Has Kingwell committed a Freudian slip or is he engaging in wordplay Perhaps Kingwell is calling attention to the possible social implications of this subtle philosophical distinction. Is Kingwell here connecting the insincere reasoning of the analyst to its multiple consequences for the entire university system Does the act of question-begging find its significance more in the possible termination of inquiry than in its content Call it epistemic elision, an act of suppression of questioning. The response of the other party would be to formulate questions particular to the situation that cry out (beg) for a response, in order not to foreclose inquiry. In this way, each sense of “begging the question” would take its meaning from the interactions of the adversaries.
Kingwell appears to be suggesting that Ivy League universities are guilty of question-begging in these matters. If so, where is the smoking gun In an act of question-begging In a proliferation of questions begging to be asked Certainly if the university, as the institutionalization of inquiry, could be demonstrated to be suppressing inquiry through question-begging, there would be no end to questions begging for answers.
H. Neal Collins
James Laxer’s piece on the ndp (“Fake Left, Go Right,” May) is woefully Ontario-centric, leading inevitably to distortions. Laxer writes that in the 1988 election, the ndp recycled its 1984 election strategy of attacking the Liberals rather than engaging in a full-frontal assault against what would become the Canada-US Free Trade Agreement (fta). He then expresses amazement that the strategy actually worked, with the ndp winning forty-three seats, the most it has ever won.
Many of those seats, however, were gained by an altogether different strategy than the one Laxer suggests. In Saskatchewan and in British Columbia, the ndp campaign centred on fighting the proposed fta, while in Ontario it did not. This wasn’t necessarily because campaign organizers in Saskatchewan and British Columbia were more idealistic than their Ontario counterparts. The anti-fta “default party” in both of those provinces was the ndp, not the Liberals—if you lived in BC and really wanted to stop the fta, you would vote ndp—so it made political sense to orient the campaign that way. The BC campaign organizers in effect told the central office to butt out—they would do it their own way.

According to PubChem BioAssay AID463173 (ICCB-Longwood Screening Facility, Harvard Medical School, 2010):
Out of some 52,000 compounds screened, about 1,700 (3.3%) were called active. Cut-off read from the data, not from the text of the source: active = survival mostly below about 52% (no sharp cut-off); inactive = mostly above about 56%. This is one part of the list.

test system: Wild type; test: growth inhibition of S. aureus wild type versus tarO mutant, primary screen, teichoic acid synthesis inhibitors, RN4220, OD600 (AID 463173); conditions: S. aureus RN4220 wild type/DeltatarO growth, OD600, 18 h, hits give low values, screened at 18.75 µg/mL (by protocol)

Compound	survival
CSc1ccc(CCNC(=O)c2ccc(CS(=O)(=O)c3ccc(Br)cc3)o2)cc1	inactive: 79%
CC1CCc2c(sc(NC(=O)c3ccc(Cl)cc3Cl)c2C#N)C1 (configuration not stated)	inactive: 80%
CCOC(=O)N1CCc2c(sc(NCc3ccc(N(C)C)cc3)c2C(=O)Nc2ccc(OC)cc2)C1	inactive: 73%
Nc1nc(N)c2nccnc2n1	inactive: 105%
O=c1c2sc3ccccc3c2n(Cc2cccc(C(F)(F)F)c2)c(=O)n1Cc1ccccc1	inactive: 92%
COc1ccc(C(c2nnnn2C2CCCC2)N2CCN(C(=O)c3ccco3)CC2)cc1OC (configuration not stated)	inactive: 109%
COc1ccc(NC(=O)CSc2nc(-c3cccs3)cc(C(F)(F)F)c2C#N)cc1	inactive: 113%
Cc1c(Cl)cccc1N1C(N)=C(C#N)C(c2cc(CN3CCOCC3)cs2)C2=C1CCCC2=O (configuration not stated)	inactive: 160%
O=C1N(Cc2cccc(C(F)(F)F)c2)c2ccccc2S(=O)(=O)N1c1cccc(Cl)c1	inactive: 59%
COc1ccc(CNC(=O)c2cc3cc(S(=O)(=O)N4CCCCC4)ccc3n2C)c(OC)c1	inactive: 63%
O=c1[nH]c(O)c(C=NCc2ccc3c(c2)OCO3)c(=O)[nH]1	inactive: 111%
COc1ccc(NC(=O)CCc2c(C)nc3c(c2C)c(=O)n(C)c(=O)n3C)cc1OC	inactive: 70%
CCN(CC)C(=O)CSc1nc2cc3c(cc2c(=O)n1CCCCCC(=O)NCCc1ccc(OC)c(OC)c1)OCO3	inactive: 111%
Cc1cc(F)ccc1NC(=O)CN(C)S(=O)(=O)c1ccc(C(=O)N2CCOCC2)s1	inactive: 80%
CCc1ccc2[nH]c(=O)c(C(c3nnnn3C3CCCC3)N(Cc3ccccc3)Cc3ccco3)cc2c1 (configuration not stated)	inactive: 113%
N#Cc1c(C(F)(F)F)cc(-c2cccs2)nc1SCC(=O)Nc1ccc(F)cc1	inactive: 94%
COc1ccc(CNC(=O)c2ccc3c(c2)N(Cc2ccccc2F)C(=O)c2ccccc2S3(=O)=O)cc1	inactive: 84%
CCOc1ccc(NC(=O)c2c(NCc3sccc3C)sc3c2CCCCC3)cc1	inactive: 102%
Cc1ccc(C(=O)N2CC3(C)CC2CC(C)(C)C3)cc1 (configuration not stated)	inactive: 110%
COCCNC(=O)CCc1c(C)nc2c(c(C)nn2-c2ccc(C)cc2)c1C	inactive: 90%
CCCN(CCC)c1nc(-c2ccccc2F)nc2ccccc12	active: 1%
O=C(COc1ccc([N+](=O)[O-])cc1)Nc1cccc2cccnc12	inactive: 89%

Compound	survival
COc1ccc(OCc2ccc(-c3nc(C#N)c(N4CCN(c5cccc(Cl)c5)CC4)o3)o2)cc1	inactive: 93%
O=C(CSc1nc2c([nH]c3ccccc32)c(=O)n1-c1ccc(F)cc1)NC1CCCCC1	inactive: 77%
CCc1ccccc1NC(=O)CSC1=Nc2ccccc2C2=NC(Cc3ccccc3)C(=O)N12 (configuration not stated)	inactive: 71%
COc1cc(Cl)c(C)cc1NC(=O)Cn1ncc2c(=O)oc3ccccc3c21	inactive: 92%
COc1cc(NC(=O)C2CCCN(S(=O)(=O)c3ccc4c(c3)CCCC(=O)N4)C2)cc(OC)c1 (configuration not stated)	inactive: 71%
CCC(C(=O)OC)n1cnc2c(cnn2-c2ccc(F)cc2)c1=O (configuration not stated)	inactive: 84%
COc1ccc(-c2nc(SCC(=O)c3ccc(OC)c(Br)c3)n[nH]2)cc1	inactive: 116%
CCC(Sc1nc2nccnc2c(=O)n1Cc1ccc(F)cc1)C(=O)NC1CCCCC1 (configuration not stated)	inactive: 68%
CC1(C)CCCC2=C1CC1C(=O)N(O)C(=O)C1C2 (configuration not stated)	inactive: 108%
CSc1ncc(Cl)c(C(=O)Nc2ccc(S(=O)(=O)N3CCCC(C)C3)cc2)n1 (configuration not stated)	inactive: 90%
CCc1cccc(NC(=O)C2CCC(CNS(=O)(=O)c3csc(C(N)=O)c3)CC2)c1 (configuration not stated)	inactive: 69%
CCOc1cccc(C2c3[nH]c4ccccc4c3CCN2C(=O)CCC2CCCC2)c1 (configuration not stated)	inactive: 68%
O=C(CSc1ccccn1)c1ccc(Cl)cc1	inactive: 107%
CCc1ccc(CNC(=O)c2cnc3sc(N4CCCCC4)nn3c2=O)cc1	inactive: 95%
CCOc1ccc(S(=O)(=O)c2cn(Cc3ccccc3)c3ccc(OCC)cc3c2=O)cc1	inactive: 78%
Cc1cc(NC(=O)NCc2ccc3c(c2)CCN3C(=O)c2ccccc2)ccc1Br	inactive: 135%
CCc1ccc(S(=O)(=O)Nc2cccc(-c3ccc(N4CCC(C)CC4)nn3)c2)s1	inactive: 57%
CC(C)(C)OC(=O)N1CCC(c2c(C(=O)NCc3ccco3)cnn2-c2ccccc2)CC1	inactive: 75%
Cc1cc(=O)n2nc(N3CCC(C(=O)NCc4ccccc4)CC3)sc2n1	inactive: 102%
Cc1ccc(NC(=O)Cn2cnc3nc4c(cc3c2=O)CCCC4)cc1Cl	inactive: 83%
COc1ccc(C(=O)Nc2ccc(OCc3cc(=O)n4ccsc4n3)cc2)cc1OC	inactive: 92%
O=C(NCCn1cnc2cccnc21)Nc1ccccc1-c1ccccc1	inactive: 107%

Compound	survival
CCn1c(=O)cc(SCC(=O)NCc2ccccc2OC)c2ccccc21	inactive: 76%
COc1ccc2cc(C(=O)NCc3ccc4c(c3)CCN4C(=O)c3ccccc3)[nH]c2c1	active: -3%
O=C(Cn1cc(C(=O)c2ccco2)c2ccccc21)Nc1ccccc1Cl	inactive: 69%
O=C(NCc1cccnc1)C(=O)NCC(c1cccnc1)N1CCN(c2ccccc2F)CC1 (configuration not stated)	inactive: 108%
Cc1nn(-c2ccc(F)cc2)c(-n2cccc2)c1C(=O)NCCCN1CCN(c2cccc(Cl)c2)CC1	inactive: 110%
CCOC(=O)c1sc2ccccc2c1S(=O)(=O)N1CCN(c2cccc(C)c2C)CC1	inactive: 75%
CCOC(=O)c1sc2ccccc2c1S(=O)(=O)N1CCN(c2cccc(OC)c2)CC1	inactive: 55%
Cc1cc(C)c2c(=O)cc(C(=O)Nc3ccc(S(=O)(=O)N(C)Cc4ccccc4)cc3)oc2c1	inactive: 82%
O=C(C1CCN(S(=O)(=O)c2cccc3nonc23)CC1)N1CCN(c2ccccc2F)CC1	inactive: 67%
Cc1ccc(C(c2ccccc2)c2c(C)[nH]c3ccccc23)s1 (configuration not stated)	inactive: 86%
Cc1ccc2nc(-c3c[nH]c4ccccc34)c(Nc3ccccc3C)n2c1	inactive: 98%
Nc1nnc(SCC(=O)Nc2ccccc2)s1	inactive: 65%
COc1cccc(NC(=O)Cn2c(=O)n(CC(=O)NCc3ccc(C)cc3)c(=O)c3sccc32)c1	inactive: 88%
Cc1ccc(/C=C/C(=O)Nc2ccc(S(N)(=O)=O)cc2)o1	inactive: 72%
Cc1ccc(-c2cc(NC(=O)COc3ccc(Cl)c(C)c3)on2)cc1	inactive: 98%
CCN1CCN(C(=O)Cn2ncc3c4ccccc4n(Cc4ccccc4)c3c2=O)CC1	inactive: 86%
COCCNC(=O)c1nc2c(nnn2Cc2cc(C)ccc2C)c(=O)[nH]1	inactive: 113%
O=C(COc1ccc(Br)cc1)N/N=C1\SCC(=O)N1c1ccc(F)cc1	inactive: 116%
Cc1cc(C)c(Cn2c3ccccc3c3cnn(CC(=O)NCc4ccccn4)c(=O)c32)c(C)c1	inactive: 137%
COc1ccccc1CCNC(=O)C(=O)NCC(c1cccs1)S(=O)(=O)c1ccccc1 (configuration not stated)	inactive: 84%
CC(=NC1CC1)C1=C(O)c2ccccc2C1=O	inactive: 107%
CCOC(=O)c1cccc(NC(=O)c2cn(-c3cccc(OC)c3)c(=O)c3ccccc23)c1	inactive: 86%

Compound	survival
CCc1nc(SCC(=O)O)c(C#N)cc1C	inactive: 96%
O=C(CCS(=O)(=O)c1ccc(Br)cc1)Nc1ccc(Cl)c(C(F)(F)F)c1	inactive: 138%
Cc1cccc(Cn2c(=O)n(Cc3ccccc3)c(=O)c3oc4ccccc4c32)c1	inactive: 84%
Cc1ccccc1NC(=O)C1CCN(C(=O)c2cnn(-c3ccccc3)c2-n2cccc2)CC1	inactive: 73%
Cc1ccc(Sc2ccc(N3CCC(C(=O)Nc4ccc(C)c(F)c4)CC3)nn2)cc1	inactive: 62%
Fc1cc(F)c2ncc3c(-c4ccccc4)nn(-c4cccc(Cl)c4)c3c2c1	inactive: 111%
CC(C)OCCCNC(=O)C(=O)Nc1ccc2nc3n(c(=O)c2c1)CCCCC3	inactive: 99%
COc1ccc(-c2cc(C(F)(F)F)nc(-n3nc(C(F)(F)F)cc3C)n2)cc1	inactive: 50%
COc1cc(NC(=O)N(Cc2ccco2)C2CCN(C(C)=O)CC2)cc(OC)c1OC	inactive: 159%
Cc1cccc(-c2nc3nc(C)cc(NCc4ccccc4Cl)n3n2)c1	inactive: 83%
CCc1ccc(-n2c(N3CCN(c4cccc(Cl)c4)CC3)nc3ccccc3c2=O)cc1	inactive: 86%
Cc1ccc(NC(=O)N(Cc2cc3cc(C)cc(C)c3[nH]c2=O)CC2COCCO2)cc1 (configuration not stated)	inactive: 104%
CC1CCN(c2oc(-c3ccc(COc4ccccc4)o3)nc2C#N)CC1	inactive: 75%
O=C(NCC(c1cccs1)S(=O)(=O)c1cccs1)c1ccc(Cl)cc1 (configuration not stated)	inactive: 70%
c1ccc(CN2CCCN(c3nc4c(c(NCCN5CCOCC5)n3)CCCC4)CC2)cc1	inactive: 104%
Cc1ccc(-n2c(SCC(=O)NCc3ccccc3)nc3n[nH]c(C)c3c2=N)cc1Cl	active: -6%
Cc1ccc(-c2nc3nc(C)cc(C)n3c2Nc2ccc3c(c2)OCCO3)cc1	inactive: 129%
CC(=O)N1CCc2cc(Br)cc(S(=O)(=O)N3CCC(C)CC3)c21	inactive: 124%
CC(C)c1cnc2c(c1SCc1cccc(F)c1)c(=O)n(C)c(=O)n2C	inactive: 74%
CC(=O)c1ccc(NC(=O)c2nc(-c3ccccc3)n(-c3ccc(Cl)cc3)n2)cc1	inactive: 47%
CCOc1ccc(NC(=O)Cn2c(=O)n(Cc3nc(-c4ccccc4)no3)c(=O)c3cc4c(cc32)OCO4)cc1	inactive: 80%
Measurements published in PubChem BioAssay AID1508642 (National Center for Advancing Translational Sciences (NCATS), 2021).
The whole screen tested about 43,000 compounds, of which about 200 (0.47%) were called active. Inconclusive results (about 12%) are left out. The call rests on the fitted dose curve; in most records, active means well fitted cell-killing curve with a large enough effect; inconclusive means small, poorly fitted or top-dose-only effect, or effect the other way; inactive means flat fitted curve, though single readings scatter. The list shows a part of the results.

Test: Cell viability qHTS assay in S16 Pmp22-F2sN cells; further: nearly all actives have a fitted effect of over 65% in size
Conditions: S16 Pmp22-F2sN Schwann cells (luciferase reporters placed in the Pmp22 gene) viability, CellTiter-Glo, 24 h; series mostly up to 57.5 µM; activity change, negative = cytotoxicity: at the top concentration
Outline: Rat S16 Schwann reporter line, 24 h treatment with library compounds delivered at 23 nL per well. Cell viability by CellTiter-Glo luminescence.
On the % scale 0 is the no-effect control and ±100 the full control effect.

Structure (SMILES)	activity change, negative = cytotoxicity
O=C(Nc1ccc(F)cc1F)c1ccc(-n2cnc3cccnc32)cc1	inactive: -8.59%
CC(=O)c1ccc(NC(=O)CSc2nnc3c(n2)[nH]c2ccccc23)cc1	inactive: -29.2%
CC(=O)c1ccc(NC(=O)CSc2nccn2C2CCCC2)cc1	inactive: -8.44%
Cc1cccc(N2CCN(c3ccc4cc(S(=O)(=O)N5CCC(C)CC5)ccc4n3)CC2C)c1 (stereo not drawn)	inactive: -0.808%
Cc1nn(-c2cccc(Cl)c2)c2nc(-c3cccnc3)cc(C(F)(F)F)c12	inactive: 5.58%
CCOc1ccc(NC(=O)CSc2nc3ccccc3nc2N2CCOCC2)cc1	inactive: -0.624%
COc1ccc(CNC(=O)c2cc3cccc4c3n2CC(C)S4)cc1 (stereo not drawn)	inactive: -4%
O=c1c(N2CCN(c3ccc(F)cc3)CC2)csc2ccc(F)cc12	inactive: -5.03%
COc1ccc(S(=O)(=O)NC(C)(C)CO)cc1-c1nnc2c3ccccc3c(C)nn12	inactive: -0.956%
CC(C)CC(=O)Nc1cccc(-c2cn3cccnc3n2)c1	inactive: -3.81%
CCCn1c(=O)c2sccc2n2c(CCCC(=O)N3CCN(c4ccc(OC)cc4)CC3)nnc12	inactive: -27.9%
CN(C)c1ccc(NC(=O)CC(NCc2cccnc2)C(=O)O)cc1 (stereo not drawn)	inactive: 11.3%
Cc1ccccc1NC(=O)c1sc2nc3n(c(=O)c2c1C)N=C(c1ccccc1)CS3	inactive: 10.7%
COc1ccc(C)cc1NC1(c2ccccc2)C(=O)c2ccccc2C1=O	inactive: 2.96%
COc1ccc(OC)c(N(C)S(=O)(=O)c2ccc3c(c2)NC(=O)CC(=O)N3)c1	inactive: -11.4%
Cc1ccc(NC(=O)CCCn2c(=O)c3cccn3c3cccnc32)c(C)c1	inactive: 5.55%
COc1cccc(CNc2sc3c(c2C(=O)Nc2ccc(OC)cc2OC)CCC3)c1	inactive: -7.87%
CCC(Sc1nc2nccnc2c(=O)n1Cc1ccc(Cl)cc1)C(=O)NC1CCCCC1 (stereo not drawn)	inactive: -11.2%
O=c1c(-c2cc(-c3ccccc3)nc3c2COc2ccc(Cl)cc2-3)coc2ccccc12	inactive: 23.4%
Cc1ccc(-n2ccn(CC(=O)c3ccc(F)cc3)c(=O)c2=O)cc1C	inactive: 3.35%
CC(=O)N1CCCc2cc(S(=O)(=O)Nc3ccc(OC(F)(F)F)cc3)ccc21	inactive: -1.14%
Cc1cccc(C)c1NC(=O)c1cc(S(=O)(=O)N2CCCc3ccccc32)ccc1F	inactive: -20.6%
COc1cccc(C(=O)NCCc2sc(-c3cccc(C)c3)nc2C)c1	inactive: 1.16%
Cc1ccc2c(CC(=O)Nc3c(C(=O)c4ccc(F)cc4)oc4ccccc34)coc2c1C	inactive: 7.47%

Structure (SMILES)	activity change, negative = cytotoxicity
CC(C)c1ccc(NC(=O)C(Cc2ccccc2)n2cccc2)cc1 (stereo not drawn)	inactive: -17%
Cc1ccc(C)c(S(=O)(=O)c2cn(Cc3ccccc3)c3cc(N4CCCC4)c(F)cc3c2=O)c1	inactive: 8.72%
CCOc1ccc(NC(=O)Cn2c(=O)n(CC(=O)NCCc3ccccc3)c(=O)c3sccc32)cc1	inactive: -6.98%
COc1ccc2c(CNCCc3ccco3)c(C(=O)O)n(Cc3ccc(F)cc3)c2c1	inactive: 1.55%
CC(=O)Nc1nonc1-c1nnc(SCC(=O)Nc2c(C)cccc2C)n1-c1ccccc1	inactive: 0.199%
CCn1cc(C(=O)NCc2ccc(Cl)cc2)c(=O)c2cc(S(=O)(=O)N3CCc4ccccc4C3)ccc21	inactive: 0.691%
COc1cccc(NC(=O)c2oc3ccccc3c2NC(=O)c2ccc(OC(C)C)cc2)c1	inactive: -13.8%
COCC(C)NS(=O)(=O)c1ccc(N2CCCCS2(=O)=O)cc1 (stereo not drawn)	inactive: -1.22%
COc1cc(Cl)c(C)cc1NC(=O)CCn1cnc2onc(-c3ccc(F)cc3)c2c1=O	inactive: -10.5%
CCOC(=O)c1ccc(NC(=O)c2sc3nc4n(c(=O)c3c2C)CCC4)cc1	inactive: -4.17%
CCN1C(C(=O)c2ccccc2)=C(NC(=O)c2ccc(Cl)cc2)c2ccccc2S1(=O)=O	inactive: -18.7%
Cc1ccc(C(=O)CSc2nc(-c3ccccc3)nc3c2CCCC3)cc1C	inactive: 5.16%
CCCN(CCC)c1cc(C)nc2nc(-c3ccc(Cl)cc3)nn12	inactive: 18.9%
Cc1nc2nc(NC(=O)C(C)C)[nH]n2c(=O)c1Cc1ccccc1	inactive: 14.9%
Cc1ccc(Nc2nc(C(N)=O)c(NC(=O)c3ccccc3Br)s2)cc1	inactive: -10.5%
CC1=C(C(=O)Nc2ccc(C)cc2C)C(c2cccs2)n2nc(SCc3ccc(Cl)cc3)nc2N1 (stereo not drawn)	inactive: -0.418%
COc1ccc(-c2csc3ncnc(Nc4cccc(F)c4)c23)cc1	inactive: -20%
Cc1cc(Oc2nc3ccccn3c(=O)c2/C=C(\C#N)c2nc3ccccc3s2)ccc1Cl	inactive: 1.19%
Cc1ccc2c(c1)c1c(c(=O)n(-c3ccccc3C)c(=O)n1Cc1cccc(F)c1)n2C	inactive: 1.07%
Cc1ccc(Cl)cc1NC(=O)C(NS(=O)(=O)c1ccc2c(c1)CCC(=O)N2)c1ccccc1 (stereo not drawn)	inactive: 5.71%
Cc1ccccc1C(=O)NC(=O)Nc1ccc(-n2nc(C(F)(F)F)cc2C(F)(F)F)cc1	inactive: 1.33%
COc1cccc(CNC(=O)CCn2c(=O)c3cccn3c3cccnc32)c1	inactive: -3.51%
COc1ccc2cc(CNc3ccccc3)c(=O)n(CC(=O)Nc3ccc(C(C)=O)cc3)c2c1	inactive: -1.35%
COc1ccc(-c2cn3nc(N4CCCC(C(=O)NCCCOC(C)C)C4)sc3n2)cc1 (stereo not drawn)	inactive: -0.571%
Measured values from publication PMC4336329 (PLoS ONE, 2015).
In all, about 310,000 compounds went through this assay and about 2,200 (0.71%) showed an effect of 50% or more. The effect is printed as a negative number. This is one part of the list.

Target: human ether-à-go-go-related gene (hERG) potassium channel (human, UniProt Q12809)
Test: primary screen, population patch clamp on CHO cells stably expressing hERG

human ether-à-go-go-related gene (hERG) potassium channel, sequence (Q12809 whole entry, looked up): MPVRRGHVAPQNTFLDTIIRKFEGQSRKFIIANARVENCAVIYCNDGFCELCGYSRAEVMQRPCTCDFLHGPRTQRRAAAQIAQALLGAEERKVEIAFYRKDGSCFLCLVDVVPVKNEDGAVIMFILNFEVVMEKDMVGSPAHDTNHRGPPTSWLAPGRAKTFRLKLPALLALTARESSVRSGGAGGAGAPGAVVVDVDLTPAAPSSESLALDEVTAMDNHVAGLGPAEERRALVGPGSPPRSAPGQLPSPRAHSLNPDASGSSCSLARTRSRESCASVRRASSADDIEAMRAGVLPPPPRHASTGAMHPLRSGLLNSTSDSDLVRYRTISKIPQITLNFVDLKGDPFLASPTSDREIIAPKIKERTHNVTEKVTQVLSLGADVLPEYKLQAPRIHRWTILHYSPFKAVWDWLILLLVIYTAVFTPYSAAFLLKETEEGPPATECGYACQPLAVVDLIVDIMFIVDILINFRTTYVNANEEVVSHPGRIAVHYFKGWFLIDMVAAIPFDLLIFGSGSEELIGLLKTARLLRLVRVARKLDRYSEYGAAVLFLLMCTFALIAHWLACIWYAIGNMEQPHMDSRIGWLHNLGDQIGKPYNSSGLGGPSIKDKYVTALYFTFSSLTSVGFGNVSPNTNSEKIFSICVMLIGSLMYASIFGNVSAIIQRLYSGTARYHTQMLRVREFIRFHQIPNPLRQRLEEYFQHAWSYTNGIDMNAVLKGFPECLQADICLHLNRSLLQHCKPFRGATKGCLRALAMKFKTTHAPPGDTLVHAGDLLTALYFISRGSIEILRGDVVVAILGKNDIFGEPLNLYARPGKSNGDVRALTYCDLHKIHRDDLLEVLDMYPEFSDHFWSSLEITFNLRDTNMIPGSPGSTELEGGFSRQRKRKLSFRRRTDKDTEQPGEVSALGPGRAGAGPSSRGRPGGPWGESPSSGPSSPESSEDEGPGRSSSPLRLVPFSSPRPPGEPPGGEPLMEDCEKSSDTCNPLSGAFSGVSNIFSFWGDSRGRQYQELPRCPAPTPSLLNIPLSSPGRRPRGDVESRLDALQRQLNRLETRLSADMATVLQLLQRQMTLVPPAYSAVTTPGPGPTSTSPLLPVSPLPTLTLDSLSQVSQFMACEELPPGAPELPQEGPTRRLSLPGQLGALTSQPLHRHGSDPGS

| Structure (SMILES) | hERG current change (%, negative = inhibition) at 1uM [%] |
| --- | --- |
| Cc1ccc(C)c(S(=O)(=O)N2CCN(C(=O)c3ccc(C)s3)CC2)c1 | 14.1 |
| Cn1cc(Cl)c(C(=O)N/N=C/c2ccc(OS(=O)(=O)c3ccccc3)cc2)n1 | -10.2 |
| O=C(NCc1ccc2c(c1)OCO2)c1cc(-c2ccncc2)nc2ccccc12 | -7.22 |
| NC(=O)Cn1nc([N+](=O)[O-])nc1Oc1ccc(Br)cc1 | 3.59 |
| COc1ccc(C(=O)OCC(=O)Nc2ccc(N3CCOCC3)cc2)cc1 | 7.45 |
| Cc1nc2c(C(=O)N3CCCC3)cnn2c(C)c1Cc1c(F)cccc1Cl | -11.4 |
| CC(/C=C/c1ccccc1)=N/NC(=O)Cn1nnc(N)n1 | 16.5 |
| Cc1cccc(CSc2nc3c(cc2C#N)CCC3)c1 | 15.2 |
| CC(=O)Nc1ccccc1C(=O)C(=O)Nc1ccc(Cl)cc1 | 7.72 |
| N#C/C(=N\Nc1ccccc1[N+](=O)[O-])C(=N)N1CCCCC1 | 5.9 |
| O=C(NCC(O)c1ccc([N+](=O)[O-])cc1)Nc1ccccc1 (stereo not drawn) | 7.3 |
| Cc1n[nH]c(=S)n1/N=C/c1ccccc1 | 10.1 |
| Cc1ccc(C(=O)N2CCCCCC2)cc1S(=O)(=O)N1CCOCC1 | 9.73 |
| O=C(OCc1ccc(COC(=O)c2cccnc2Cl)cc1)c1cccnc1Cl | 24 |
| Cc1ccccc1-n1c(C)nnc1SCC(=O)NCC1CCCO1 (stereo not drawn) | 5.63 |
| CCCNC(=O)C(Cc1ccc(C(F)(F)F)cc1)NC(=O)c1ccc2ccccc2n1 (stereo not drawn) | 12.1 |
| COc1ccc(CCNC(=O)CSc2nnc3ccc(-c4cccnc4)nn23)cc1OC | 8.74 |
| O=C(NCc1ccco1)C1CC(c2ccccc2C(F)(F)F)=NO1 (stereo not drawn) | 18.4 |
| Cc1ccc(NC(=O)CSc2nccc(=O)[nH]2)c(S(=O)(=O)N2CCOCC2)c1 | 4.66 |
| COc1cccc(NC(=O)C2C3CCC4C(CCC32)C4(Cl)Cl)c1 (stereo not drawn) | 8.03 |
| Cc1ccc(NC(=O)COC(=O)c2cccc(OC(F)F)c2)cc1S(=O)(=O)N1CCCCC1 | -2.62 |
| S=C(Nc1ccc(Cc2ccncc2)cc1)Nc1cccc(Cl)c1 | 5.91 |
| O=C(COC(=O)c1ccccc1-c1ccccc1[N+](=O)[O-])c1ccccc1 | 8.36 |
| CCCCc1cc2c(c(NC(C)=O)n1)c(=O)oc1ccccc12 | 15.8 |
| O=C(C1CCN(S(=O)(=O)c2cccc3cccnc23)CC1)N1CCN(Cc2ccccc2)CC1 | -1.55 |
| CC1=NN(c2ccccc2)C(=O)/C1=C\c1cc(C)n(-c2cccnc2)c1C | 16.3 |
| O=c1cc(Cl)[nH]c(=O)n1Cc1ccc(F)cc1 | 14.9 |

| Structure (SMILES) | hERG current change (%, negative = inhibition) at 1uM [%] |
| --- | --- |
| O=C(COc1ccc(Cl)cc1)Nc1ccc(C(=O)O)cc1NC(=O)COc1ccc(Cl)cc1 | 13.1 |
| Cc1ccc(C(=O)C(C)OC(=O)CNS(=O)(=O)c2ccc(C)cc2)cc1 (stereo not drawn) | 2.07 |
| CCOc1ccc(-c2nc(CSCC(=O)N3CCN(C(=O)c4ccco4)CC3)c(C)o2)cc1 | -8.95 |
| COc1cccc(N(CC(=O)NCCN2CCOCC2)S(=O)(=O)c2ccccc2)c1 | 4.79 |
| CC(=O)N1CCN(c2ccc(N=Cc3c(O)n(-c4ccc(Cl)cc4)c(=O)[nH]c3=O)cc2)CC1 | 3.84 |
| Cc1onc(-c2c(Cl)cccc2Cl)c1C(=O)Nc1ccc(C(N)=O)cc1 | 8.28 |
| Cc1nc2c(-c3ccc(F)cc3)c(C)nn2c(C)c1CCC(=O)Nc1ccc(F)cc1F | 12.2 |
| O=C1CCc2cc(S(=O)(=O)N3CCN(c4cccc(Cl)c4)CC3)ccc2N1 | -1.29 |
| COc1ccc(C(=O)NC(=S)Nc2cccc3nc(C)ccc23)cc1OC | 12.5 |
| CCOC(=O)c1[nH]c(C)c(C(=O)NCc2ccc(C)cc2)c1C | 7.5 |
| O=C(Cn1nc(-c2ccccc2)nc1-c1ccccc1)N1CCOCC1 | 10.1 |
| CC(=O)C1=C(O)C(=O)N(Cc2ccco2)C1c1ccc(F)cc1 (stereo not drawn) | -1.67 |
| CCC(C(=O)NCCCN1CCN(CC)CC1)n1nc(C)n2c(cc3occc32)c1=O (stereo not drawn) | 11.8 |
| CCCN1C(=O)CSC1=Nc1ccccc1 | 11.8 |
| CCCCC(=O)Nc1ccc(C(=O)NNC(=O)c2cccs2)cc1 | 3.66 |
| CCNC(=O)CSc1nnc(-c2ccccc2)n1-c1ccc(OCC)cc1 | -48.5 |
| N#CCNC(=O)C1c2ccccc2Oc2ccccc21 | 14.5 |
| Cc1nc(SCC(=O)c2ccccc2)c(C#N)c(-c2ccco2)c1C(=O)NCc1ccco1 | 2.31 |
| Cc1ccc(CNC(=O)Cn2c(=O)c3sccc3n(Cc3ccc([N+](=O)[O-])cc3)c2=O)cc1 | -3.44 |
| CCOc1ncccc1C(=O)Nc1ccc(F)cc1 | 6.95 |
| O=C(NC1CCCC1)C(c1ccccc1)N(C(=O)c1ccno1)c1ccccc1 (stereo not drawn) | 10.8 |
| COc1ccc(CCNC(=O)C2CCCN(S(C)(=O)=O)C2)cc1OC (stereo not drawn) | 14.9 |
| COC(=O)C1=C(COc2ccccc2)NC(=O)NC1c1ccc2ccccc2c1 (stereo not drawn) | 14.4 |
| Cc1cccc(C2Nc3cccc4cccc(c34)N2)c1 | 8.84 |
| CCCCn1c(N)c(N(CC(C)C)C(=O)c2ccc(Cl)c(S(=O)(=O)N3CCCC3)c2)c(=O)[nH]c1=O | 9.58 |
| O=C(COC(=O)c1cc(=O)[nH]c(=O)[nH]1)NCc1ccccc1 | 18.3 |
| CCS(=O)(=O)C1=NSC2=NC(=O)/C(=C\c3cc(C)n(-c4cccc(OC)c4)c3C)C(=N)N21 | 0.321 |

Fast-forward to election night, when results from as far west as Manitoba showed the ndp with only twelve seats—not at all promising. Then Saskatchewan contributed ten more seats and BC nineteen. It was the ndp’s anti-fta campaign in those two provinces that made the difference. Single seats in Alberta and the Yukon filled in the total.
West Vancouver, BC
Over my poached eggs this morning I revelled in Marni Jackson’s Imaginings (“Bloodfest ‘06: The May 24th Blackfly Rally,” June). What long-lost memories returned, what maddening nights rehaunted! Trying to sleep, to eat, to paddle, even to breathe—ah yes, blackflies! As I chortled away, recalling bloody ears or fear that the damn things were going to carry off my little child in the night, I marvelled at the research Jackson must have conducted. Either that or she is the most experienced camper/canoeist/outdoorsy person in the country. Much hipper than I—only once did I recognize the well-chosen and clever references: “All we are saying….” No matter! It was a hilarious bit, Ms. Jackson, just the berries for the May 24 weekend! Incidentally, I cannot remember which of the B vitamins, when taken in large doses before and during Ontario outdoor May/June adventures, keeps our little friends at bay. Is it B6 Niacin B12 Maybe Professor Currie knows